Health officials have proven that a face mask is fastest and easiest way to help stop the spread of coronavirus. For people making their own coverings at home, the biggest question usually is what fabric to use. While some materials may be more comfortable than others, a new study finds most homemade masks are doing the job just fine. Researchers (University of Illinois) say, even when sneezing, a homemade mask can block infectious droplets with as few as one layer.
… The researchers say aerosol particles (tiny droplets) are typically five micrometers in size or smaller. Aerosols are one of the key ways scientists believe COVID-19 is transmitted from one person to another. Larger droplets however, around one millimeter in diameter, can also be expelled as people talk, cough, and sneeze.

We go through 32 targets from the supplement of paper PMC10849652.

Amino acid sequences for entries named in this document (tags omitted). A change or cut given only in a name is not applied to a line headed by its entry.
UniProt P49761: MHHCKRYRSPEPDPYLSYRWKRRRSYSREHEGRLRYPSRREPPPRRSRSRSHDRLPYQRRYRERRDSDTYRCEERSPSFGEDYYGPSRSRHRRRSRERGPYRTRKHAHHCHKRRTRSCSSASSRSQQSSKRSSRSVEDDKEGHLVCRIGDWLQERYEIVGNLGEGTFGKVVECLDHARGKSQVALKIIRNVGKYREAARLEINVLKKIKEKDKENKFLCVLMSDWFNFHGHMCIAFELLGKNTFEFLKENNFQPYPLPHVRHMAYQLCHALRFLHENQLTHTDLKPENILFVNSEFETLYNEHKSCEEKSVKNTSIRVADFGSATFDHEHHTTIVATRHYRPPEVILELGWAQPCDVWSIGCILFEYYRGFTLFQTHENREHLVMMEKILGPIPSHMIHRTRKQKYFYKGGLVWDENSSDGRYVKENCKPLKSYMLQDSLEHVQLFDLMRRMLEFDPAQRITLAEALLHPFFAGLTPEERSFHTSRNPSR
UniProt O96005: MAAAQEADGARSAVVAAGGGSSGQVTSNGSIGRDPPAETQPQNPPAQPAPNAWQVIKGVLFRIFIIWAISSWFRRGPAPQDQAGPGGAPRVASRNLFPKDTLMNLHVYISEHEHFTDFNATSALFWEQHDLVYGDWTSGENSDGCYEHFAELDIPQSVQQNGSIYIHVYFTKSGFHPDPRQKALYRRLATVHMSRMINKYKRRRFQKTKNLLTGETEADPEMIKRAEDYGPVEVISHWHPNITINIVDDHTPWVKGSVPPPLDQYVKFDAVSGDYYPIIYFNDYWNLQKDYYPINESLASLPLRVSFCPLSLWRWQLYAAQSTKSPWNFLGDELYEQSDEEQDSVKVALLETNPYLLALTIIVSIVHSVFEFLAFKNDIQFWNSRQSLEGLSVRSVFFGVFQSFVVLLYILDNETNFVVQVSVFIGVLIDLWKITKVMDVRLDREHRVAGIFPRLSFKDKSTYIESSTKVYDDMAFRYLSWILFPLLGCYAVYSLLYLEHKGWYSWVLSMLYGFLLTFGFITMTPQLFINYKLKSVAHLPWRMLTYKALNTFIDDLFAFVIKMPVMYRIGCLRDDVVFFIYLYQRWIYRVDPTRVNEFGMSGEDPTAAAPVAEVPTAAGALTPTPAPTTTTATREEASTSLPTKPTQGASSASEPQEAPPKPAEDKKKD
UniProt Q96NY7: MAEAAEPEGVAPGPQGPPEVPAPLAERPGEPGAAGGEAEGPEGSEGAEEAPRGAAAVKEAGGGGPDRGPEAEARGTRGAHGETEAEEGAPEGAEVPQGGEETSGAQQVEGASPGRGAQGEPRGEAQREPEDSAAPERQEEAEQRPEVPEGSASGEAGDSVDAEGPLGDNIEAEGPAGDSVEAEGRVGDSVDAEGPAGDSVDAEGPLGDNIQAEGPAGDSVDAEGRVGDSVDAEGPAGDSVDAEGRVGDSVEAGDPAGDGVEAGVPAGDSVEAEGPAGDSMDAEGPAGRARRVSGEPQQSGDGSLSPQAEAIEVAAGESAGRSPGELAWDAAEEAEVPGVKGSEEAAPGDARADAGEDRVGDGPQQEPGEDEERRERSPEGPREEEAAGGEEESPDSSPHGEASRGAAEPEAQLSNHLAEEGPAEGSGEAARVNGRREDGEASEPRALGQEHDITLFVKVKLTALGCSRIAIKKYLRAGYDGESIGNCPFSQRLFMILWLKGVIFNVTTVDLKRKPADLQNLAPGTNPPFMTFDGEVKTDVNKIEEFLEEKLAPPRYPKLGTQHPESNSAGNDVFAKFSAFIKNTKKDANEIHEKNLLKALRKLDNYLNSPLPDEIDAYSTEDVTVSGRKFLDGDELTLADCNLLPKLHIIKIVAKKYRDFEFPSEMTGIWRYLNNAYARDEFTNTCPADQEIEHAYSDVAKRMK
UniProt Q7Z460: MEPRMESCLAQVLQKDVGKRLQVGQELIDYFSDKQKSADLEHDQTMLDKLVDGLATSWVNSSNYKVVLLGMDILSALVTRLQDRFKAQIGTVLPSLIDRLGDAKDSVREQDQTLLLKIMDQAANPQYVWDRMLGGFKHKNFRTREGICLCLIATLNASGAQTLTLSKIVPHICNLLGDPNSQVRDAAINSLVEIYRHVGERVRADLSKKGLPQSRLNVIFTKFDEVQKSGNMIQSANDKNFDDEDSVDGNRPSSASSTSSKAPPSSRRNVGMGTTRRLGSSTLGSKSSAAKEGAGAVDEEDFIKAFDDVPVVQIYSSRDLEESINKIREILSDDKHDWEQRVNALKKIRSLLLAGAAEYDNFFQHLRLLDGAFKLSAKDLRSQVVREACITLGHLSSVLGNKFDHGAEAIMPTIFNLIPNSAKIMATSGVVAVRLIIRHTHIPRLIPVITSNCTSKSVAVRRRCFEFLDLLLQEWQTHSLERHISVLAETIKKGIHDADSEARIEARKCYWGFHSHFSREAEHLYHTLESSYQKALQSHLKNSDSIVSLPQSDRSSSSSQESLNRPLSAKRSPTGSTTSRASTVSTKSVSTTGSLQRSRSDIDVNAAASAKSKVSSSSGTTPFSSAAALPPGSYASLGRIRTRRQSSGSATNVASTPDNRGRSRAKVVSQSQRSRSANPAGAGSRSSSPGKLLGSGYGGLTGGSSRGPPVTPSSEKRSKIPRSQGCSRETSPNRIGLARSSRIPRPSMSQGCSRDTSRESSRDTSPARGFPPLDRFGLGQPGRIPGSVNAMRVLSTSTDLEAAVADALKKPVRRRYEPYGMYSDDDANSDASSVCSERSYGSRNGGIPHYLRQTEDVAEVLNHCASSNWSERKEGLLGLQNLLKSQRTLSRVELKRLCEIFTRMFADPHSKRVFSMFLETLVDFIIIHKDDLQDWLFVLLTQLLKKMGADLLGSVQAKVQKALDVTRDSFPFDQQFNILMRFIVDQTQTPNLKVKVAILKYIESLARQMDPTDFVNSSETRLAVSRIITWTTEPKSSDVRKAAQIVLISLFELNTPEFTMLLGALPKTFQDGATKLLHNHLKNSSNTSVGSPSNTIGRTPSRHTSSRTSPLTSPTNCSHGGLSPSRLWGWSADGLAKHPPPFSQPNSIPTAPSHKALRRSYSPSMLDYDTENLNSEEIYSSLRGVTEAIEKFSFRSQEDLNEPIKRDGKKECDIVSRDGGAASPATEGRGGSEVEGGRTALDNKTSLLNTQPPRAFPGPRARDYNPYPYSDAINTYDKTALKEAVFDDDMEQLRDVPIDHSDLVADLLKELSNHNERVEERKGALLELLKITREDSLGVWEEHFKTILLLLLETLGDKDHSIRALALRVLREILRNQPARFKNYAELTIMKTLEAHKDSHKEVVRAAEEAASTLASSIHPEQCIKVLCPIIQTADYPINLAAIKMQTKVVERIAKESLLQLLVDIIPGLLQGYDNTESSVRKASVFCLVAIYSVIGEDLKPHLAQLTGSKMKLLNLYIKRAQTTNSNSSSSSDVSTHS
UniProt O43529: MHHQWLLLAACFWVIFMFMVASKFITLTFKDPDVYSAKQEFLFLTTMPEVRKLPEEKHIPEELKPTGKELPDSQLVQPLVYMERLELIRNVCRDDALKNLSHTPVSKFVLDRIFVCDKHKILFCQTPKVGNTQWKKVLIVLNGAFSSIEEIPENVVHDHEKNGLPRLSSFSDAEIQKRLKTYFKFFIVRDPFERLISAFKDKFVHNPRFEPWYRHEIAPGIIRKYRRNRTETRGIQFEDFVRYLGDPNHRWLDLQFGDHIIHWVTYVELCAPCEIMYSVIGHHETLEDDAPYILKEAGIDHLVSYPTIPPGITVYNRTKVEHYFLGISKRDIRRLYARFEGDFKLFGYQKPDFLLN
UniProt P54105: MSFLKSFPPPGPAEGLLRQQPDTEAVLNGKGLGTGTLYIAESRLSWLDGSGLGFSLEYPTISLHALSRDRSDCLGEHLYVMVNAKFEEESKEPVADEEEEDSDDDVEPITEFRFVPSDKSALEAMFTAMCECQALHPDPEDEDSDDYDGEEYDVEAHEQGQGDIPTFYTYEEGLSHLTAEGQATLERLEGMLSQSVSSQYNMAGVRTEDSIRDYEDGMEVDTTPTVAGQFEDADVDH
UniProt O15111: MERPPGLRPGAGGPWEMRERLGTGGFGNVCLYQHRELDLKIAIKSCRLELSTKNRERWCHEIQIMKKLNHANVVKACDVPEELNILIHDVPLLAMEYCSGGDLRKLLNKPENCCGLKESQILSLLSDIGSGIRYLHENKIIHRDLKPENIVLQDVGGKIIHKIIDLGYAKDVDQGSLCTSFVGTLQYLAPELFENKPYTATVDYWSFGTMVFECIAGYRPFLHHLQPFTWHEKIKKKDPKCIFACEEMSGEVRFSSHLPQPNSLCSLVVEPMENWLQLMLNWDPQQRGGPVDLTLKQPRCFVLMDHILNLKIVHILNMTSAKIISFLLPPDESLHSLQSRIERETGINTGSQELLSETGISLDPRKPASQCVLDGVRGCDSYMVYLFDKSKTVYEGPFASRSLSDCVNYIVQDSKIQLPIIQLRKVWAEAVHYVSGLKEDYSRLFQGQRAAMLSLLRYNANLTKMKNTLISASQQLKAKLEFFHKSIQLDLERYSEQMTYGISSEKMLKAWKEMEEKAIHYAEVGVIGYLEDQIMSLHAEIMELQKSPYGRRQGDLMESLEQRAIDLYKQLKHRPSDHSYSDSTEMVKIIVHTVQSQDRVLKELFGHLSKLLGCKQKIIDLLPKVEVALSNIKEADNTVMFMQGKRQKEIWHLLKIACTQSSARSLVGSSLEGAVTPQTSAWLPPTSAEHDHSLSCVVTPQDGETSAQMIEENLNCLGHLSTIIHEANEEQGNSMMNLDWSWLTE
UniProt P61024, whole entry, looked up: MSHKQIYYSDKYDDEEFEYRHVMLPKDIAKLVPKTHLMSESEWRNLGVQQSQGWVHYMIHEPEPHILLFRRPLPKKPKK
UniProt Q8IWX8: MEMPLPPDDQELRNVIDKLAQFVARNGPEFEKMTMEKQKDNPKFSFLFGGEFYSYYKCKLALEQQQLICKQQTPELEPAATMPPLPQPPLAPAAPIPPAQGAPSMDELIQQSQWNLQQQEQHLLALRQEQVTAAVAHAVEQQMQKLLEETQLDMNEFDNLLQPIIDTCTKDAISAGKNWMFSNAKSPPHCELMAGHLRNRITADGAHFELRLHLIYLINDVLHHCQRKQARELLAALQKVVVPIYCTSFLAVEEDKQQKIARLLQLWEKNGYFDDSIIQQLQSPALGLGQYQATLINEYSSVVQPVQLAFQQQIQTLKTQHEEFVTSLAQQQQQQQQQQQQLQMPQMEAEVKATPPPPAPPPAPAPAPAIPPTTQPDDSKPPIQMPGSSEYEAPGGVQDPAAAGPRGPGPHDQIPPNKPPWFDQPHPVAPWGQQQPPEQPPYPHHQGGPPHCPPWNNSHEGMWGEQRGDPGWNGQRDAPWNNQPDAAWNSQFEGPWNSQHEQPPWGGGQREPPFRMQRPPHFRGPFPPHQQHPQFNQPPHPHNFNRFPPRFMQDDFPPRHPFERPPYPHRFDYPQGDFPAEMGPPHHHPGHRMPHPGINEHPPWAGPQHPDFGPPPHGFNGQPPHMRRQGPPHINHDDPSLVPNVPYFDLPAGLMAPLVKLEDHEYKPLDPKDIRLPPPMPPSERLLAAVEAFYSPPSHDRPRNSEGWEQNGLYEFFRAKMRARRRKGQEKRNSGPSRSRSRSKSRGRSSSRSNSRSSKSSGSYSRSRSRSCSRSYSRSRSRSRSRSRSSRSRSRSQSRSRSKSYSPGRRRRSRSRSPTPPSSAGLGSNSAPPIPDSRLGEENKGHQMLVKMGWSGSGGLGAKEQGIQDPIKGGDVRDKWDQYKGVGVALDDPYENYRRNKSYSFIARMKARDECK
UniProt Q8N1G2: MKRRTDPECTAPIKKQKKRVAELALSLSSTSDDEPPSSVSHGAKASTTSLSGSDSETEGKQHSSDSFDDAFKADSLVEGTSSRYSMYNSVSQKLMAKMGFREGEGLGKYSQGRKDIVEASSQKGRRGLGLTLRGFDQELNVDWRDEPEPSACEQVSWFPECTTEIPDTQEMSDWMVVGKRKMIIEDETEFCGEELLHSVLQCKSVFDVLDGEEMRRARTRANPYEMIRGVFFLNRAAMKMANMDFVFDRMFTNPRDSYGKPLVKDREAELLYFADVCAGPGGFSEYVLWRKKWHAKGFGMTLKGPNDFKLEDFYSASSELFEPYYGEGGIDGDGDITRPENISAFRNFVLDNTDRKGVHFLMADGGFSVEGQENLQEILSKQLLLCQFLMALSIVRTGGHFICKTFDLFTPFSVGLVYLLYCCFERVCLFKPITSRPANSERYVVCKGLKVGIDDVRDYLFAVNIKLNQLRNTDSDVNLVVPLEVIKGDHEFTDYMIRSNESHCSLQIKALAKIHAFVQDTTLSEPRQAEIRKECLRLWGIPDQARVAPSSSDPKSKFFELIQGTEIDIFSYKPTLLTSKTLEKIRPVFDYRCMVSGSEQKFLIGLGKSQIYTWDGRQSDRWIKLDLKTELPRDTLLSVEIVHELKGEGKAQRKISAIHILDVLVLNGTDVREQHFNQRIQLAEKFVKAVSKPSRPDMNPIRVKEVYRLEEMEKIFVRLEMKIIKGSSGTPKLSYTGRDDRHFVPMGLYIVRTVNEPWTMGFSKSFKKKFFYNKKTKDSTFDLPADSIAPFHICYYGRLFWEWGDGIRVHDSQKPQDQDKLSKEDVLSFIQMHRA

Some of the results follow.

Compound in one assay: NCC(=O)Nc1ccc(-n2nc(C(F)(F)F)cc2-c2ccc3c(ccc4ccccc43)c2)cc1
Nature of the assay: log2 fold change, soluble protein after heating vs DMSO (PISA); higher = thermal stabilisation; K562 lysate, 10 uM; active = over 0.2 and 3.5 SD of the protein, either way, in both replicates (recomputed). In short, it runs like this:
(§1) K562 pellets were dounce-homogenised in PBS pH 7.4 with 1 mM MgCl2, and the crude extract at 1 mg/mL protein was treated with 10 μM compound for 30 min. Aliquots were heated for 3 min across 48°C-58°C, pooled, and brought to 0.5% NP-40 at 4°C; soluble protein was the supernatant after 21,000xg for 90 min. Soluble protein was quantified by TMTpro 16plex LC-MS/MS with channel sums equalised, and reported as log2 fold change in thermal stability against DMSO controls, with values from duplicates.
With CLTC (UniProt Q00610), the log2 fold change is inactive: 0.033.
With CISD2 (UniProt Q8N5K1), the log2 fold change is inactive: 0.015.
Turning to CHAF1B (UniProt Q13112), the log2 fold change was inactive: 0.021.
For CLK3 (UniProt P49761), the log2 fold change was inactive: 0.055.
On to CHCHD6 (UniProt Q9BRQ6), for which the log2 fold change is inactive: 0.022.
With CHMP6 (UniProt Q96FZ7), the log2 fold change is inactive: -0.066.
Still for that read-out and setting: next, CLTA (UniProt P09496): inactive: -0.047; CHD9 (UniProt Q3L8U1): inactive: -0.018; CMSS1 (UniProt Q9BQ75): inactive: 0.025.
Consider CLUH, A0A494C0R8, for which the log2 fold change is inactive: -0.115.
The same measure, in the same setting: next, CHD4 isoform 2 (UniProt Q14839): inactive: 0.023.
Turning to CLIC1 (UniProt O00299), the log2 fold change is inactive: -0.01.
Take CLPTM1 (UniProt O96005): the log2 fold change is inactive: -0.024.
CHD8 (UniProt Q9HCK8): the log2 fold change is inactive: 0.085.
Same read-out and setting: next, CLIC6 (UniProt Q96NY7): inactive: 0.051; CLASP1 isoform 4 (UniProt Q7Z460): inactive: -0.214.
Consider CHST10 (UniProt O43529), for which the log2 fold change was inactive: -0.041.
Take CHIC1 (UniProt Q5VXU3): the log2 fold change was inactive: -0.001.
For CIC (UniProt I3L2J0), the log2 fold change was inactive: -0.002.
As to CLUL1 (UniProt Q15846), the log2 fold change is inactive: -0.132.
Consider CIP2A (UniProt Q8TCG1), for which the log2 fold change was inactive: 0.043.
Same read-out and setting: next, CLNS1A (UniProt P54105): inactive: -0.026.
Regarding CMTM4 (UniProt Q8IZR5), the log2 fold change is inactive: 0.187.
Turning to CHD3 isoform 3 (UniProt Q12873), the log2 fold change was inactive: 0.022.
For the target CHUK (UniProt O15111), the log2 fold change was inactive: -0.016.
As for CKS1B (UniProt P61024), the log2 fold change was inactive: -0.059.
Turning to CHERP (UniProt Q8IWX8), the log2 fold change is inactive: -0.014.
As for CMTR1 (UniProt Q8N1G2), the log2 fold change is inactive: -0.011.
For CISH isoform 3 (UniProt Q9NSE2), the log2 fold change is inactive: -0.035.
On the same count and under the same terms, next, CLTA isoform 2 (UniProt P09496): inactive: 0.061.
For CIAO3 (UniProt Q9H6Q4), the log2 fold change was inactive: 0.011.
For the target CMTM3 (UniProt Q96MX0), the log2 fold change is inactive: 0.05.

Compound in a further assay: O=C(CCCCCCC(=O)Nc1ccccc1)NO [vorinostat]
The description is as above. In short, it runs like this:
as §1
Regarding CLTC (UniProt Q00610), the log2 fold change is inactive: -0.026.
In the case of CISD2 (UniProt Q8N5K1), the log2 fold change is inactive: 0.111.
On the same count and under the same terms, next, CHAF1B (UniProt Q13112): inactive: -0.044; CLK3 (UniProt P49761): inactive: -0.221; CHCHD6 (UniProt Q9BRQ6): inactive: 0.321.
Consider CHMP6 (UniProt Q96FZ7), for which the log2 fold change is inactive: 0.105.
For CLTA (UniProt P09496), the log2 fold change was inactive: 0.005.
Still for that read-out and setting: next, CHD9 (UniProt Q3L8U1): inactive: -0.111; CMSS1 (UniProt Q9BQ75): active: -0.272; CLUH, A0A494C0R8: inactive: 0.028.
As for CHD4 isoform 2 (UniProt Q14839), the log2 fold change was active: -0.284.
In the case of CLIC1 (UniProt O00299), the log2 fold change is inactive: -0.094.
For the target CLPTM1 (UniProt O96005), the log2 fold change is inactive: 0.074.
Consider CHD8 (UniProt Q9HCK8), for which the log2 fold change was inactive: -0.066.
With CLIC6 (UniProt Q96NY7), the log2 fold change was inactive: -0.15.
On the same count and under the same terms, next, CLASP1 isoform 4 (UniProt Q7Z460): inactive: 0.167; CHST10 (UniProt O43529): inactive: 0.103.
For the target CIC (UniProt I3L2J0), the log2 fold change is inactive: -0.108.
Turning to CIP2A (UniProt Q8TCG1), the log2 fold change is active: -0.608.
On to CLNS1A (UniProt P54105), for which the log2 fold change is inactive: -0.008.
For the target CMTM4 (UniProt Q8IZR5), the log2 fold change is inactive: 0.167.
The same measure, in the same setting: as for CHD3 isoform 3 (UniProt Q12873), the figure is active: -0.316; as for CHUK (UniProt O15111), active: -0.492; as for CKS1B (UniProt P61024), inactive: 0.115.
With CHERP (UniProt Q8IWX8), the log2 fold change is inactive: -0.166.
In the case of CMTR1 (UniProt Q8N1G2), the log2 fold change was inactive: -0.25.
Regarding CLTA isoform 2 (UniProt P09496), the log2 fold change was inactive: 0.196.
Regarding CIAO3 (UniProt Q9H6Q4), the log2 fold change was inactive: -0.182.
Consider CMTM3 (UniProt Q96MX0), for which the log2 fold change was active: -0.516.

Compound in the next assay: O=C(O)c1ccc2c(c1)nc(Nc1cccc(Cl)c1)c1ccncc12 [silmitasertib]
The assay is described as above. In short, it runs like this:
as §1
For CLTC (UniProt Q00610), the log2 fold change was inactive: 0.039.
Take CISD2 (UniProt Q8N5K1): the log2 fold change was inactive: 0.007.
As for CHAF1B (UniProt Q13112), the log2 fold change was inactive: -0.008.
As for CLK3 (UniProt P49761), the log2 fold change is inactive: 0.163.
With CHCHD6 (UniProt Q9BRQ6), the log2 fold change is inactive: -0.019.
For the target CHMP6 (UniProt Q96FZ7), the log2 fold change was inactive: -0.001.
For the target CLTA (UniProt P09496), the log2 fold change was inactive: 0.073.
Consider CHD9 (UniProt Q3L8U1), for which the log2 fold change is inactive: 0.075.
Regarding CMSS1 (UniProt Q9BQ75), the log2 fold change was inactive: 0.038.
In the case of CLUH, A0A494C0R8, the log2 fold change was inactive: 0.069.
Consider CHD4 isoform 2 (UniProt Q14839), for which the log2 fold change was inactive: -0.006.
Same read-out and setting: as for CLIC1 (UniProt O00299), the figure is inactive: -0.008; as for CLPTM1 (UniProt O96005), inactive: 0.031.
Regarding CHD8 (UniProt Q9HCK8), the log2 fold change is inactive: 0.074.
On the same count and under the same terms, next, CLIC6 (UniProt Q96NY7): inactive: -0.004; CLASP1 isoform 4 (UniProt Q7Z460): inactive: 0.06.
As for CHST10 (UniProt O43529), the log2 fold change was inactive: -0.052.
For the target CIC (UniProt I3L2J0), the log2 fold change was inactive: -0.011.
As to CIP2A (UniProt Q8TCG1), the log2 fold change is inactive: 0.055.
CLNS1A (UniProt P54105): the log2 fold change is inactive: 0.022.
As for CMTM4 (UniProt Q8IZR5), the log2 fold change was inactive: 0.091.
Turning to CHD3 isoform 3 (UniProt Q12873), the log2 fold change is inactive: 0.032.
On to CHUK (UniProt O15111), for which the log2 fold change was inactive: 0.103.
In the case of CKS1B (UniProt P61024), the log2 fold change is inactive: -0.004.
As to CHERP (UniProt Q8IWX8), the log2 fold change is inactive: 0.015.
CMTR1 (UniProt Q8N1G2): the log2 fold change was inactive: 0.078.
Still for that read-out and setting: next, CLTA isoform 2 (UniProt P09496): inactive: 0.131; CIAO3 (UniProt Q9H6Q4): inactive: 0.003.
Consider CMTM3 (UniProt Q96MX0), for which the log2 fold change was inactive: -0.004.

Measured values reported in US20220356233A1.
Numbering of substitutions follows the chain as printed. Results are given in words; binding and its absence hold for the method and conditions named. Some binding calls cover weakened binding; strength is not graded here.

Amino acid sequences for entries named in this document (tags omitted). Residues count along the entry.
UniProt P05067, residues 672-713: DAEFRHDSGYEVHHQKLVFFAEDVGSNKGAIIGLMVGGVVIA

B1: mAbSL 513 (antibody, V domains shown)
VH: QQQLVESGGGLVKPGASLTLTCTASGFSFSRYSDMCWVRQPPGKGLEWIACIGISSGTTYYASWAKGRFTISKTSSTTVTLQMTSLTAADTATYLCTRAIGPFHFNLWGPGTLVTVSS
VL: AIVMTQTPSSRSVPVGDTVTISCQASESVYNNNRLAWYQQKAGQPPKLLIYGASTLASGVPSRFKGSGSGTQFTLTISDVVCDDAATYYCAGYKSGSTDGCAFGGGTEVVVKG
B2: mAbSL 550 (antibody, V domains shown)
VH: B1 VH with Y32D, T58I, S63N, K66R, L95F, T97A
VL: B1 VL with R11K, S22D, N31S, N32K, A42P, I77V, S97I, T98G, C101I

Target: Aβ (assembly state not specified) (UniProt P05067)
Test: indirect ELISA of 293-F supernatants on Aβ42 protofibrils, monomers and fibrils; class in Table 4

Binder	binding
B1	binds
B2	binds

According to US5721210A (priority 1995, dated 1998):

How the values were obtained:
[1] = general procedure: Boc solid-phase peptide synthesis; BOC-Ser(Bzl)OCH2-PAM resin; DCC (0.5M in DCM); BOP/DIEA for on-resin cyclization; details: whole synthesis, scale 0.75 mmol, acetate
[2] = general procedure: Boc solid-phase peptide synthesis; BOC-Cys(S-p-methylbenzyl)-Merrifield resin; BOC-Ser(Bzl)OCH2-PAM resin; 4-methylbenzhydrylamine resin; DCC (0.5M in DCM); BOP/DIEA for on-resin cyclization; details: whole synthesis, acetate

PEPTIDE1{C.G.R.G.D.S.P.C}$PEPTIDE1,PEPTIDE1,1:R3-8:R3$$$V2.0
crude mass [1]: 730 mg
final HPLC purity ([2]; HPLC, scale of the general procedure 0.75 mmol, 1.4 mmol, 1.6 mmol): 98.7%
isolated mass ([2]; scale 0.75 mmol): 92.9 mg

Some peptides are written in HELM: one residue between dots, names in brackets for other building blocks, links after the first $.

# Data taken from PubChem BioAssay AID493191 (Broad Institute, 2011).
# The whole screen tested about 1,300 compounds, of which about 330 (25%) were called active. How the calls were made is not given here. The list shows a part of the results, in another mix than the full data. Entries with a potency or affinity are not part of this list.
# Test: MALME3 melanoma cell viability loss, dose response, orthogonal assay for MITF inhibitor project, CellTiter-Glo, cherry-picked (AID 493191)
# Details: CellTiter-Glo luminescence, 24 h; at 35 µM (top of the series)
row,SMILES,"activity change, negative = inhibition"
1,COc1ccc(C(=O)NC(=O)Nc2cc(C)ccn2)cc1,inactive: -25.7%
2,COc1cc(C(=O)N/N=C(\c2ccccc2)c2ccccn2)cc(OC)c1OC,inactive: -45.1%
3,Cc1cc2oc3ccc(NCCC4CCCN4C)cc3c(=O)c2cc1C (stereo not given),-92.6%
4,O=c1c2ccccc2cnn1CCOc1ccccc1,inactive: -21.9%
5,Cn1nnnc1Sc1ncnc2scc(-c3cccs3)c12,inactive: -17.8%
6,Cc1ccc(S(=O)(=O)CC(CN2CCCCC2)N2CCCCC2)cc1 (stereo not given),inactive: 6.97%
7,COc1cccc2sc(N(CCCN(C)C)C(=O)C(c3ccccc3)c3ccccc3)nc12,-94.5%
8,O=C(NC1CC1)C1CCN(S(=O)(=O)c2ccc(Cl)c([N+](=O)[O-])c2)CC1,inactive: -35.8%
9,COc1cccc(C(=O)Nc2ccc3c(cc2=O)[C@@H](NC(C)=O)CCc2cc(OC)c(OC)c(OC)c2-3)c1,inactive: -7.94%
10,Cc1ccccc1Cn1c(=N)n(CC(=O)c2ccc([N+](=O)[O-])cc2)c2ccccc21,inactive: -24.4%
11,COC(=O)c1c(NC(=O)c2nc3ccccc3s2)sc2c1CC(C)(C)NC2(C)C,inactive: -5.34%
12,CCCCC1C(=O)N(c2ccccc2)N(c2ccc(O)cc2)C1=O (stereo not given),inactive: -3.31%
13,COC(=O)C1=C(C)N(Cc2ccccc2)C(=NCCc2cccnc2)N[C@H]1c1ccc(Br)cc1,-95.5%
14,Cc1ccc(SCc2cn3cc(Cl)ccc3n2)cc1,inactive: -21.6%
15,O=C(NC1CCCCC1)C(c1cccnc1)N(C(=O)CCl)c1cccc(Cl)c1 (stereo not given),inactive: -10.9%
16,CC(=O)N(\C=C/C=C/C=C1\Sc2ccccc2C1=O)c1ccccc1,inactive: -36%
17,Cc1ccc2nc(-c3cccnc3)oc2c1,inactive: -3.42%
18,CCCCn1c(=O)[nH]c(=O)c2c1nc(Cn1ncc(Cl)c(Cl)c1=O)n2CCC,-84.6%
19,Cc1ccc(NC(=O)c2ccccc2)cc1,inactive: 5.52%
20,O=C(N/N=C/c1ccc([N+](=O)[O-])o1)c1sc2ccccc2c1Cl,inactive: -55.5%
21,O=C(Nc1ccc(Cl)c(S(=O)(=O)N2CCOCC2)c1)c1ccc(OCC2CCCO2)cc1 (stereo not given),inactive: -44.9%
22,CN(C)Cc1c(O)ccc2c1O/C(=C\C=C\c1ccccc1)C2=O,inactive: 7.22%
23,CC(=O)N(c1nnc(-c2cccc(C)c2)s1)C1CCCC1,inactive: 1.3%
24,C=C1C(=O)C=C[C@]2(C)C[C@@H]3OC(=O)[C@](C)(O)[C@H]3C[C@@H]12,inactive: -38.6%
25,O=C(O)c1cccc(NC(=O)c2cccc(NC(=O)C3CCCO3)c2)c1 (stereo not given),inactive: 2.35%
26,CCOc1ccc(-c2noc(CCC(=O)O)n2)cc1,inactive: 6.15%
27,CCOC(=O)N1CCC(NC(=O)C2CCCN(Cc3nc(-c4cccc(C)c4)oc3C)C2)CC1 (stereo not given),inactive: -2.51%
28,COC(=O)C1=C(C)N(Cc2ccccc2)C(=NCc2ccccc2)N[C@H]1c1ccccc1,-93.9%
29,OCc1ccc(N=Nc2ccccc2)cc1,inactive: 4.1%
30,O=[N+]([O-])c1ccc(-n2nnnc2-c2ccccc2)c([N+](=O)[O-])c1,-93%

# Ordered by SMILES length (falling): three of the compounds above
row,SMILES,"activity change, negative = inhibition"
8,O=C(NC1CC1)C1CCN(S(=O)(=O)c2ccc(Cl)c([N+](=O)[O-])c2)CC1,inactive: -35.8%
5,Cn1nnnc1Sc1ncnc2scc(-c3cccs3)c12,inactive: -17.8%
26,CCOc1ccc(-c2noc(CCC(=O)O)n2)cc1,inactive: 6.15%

… While regular face masks can usually stop these potentially infectious particles, the research team wanted to see how 11 household fabrics do. These included new and used clothing, quilted cloths, bedsheets, and dishcloths. They found that all of the fabrics tested are considerably effective at blocking the 100 nanometer particles carried by high-velocity droplets similar to those that may be released by speaking, coughing and sneezing, even as a single layer. With two or three layers, even the more permeable fabrics, such as T-shirt cloth, achieve droplet-blocking efficiency.